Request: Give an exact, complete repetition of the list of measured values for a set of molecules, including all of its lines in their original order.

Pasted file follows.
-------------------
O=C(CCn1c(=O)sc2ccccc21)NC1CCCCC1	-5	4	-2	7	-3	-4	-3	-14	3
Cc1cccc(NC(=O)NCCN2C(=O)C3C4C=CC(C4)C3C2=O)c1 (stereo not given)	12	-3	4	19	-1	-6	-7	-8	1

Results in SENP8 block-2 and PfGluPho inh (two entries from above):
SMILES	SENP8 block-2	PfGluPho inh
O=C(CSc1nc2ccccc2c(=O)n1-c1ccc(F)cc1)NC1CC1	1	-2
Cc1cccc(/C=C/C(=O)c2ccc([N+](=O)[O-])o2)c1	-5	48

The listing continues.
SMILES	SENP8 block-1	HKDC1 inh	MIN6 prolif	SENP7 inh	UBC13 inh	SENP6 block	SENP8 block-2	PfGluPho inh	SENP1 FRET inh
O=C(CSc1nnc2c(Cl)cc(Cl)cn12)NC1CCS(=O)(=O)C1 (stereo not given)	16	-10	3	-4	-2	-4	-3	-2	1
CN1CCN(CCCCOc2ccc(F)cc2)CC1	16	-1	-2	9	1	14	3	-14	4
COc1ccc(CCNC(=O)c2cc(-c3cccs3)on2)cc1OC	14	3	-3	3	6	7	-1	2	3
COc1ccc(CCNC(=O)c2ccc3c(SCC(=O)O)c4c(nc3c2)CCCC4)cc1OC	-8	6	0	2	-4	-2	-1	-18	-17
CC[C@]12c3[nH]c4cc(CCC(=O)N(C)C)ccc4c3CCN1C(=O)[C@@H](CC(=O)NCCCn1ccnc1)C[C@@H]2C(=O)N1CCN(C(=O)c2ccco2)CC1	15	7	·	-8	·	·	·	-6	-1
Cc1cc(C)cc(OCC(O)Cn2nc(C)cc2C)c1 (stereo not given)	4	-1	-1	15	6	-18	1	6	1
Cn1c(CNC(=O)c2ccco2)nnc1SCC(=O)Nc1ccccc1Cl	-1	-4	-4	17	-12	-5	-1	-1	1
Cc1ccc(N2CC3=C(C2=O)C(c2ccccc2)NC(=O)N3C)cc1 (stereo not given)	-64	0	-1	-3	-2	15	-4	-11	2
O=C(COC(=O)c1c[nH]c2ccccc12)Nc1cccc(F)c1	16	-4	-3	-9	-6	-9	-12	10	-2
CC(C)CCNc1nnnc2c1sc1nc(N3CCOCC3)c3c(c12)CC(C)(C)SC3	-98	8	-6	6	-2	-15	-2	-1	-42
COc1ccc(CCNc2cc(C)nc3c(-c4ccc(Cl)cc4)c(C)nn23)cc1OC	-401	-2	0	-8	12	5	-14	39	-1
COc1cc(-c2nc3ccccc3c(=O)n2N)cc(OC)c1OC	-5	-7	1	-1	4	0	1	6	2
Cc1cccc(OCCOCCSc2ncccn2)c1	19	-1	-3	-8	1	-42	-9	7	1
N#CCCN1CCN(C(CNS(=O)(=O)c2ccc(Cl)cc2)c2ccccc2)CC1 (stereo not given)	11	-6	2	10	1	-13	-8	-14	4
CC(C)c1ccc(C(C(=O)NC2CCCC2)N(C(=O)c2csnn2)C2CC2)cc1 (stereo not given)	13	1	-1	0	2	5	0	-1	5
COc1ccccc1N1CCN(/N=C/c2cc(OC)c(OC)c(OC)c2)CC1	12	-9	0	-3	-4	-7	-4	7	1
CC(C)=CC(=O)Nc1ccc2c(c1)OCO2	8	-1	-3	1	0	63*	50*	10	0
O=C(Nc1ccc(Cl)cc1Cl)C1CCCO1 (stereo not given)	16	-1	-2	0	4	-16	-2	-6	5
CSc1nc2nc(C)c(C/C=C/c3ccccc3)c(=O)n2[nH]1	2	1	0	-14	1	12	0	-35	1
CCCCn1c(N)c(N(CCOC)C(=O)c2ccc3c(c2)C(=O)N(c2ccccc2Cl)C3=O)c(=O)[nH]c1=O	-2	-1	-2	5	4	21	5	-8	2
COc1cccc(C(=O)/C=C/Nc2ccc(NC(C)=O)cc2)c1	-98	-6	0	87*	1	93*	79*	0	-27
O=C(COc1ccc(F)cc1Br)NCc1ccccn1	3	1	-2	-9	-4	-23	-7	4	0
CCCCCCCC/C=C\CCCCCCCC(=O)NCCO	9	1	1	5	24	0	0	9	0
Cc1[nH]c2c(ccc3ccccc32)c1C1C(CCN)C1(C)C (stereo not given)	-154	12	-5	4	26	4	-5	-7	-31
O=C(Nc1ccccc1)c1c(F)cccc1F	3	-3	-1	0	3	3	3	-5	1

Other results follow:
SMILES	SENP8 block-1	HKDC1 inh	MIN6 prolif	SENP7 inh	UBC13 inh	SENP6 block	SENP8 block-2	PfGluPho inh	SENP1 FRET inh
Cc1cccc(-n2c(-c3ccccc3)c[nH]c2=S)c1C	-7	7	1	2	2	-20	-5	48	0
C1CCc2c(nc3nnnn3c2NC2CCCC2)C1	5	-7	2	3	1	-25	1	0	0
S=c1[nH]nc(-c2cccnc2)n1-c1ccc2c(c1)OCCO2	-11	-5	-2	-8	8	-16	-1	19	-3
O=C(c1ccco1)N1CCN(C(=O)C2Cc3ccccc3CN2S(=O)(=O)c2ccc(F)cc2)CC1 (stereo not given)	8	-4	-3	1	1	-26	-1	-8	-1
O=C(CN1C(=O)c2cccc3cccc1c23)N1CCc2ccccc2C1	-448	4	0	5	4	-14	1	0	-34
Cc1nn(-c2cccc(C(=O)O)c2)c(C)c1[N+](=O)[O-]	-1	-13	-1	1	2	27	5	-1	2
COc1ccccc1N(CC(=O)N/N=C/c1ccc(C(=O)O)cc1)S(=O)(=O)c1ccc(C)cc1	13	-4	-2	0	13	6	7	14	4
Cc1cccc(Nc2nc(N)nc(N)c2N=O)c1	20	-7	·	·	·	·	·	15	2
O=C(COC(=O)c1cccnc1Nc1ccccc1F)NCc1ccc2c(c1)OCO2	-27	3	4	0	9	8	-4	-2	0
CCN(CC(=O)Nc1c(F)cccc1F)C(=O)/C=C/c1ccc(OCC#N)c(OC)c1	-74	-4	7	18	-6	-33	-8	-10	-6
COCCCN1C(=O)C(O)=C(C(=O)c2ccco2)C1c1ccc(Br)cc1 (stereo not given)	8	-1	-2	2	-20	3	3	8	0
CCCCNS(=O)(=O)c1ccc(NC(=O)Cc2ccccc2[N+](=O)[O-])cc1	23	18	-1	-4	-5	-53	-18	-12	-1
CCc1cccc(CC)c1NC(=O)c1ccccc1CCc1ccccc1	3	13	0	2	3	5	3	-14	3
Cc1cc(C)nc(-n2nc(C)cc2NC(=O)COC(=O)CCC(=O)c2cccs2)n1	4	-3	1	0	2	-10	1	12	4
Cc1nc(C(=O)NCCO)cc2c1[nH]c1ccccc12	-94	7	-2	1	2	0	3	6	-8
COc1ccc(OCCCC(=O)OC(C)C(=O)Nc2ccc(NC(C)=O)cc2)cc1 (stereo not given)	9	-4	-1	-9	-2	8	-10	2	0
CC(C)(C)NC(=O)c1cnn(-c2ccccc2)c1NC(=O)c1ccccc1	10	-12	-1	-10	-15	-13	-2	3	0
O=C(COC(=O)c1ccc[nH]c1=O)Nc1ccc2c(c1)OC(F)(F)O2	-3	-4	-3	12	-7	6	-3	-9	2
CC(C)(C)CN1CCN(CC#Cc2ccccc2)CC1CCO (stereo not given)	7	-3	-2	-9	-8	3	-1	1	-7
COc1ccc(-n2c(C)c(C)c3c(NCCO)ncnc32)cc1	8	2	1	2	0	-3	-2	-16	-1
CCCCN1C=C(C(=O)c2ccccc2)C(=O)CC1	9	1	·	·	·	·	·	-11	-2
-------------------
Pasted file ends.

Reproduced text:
O=C(CCn1c(=O)sc2ccccc21)NC1CCCCC1	-5	4	-2	7	-3	-4	-3	-14	3
Cc1cccc(NC(=O)NCCN2C(=O)C3C4C=CC(C4)C3C2=O)c1 (stereo not given)	12	-3	4	19	-1	-6	-7	-8	1

Results in SENP8 block-2 and PfGluPho inh (two entries from above):
SMILES	SENP8 block-2	PfGluPho inh
O=C(CSc1nc2ccccc2c(=O)n1-c1ccc(F)cc1)NC1CC1	1	-2
Cc1cccc(/C=C/C(=O)c2ccc([N+](=O)[O-])o2)c1	-5	48

The listing continues.
SMILES	SENP8 block-1	HKDC1 inh	MIN6 prolif	SENP7 inh	UBC13 inh	SENP6 block	SENP8 block-2	PfGluPho inh	SENP1 FRET inh
O=C(CSc1nnc2c(Cl)cc(Cl)cn12)NC1CCS(=O)(=O)C1 (stereo not given)	16	-10	3	-4	-2	-4	-3	-2	1
CN1CCN(CCCCOc2ccc(F)cc2)CC1	16	-1	-2	9	1	14	3	-14	4
COc1ccc(CCNC(=O)c2cc(-c3cccs3)on2)cc1OC	14	3	-3	3	6	7	-1	2	3
COc1ccc(CCNC(=O)c2ccc3c(SCC(=O)O)c4c(nc3c2)CCCC4)cc1OC	-8	6	0	2	-4	-2	-1	-18	-17
CC[C@]12c3[nH]c4cc(CCC(=O)N(C)C)ccc4c3CCN1C(=O)[C@@H](CC(=O)NCCCn1ccnc1)C[C@@H]2C(=O)N1CCN(C(=O)c2ccco2)CC1	15	7	·	-8	·	·	·	-6	-1
Cc1cc(C)cc(OCC(O)Cn2nc(C)cc2C)c1 (stereo not given)	4	-1	-1	15	6	-18	1	6	1
Cn1c(CNC(=O)c2ccco2)nnc1SCC(=O)Nc1ccccc1Cl	-1	-4	-4	17	-12	-5	-1	-1	1
Cc1ccc(N2CC3=C(C2=O)C(c2ccccc2)NC(=O)N3C)cc1 (stereo not given)	-64	0	-1	-3	-2	15	-4	-11	2
O=C(COC(=O)c1c[nH]c2ccccc12)Nc1cccc(F)c1	16	-4	-3	-9	-6	-9	-12	10	-2
CC(C)CCNc1nnnc2c1sc1nc(N3CCOCC3)c3c(c12)CC(C)(C)SC3	-98	8	-6	6	-2	-15	-2	-1	-42
COc1ccc(CCNc2cc(C)nc3c(-c4ccc(Cl)cc4)c(C)nn23)cc1OC	-401	-2	0	-8	12	5	-14	39	-1
COc1cc(-c2nc3ccccc3c(=O)n2N)cc(OC)c1OC	-5	-7	1	-1	4	0	1	6	2
Cc1cccc(OCCOCCSc2ncccn2)c1	19	-1	-3	-8	1	-42	-9	7	1
N#CCCN1CCN(C(CNS(=O)(=O)c2ccc(Cl)cc2)c2ccccc2)CC1 (stereo not given)	11	-6	2	10	1	-13	-8	-14	4
CC(C)c1ccc(C(C(=O)NC2CCCC2)N(C(=O)c2csnn2)C2CC2)cc1 (stereo not given)	13	1	-1	0	2	5	0	-1	5
COc1ccccc1N1CCN(/N=C/c2cc(OC)c(OC)c(OC)c2)CC1	12	-9	0	-3	-4	-7	-4	7	1
CC(C)=CC(=O)Nc1ccc2c(c1)OCO2	8	-1	-3	1	0	63*	50*	10	0
O=C(Nc1ccc(Cl)cc1Cl)C1CCCO1 (stereo not given)	16	-1	-2	0	4	-16	-2	-6	5
CSc1nc2nc(C)c(C/C=C/c3ccccc3)c(=O)n2[nH]1	2	1	0	-14	1	12	0	-35	1
CCCCn1c(N)c(N(CCOC)C(=O)c2ccc3c(c2)C(=O)N(c2ccccc2Cl)C3=O)c(=O)[nH]c1=O	-2	-1	-2	5	4	21	5	-8	2
COc1cccc(C(=O)/C=C/Nc2ccc(NC(C)=O)cc2)c1	-98	-6	0	87*	1	93*	79*	0	-27
O=C(COc1ccc(F)cc1Br)NCc1ccccn1	3	1	-2	-9	-4	-23	-7	4	0
CCCCCCCC/C=C\CCCCCCCC(=O)NCCO	9	1	1	5	24	0	0	9	0
Cc1[nH]c2c(ccc3ccccc32)c1C1C(CCN)C1(C)C (stereo not given)	-154	12	-5	4	26	4	-5	-7	-31
O=C(Nc1ccccc1)c1c(F)cccc1F	3	-3	-1	0	3	3	3	-5	1

Other results follow:
SMILES	SENP8 block-1	HKDC1 inh	MIN6 prolif	SENP7 inh	UBC13 inh	SENP6 block	SENP8 block-2	PfGluPho inh	SENP1 FRET inh
Cc1cccc(-n2c(-c3ccccc3)c[nH]c2=S)c1C	-7	7	1	2	2	-20	-5	48	0
C1CCc2c(nc3nnnn3c2NC2CCCC2)C1	5	-7	2	3	1	-25	1	0	0
S=c1[nH]nc(-c2cccnc2)n1-c1ccc2c(c1)OCCO2	-11	-5	-2	-8	8	-16	-1	19	-3
O=C(c1ccco1)N1CCN(C(=O)C2Cc3ccccc3CN2S(=O)(=O)c2ccc(F)cc2)CC1 (stereo not given)	8	-4	-3	1	1	-26	-1	-8	-1
O=C(CN1C(=O)c2cccc3cccc1c23)N1CCc2ccccc2C1	-448	4	0	5	4	-14	1	0	-34
Cc1nn(-c2cccc(C(=O)O)c2)c(C)c1[N+](=O)[O-]	-1	-13	-1	1	2	27	5	-1	2
COc1ccccc1N(CC(=O)N/N=C/c1ccc(C(=O)O)cc1)S(=O)(=O)c1ccc(C)cc1	13	-4	-2	0	13	6	7	14	4
Cc1cccc(Nc2nc(N)nc(N)c2N=O)c1	20	-7	·	·	·	·	·	15	2
O=C(COC(=O)c1cccnc1Nc1ccccc1F)NCc1ccc2c(c1)OCO2	-27	3	4	0	9	8	-4	-2	0
CCN(CC(=O)Nc1c(F)cccc1F)C(=O)/C=C/c1ccc(OCC#N)c(OC)c1	-74	-4	7	18	-6	-33	-8	-10	-6
COCCCN1C(=O)C(O)=C(C(=O)c2ccco2)C1c1ccc(Br)cc1 (stereo not given)	8	-1	-2	2	-20	3	3	8	0
CCCCNS(=O)(=O)c1ccc(NC(=O)Cc2ccccc2[N+](=O)[O-])cc1	23	18	-1	-4	-5	-53	-18	-12	-1
CCc1cccc(CC)c1NC(=O)c1ccccc1CCc1ccccc1	3	13	0	2	3	5	3	-14	3
Cc1cc(C)nc(-n2nc(C)cc2NC(=O)COC(=O)CCC(=O)c2cccs2)n1	4	-3	1	0	2	-10	1	12	4
Cc1nc(C(=O)NCCO)cc2c1[nH]c1ccccc12	-94	7	-2	1	2	0	3	6	-8
COc1ccc(OCCCC(=O)OC(C)C(=O)Nc2ccc(NC(C)=O)cc2)cc1 (stereo not given)	9	-4	-1	-9	-2	8	-10	2	0
CC(C)(C)NC(=O)c1cnn(-c2ccccc2)c1NC(=O)c1ccccc1	10	-12	-1	-10	-15	-13	-2	3	0
O=C(COC(=O)c1ccc[nH]c1=O)Nc1ccc2c(c1)OC(F)(F)O2	-3	-4	-3	12	-7	6	-3	-9	2
CC(C)(C)CN1CCN(CC#Cc2ccccc2)CC1CCO (stereo not given)	7	-3	-2	-9	-8	3	-1	1	-7
COc1ccc(-n2c(C)c(C)c3c(NCCO)ncnc32)cc1	8	2	1	2	0	-3	-2	-16	-1
CCCCN1C=C(C(=O)c2ccccc2)C(=O)CC1	9	1	·	·	·	·	·	-11	-2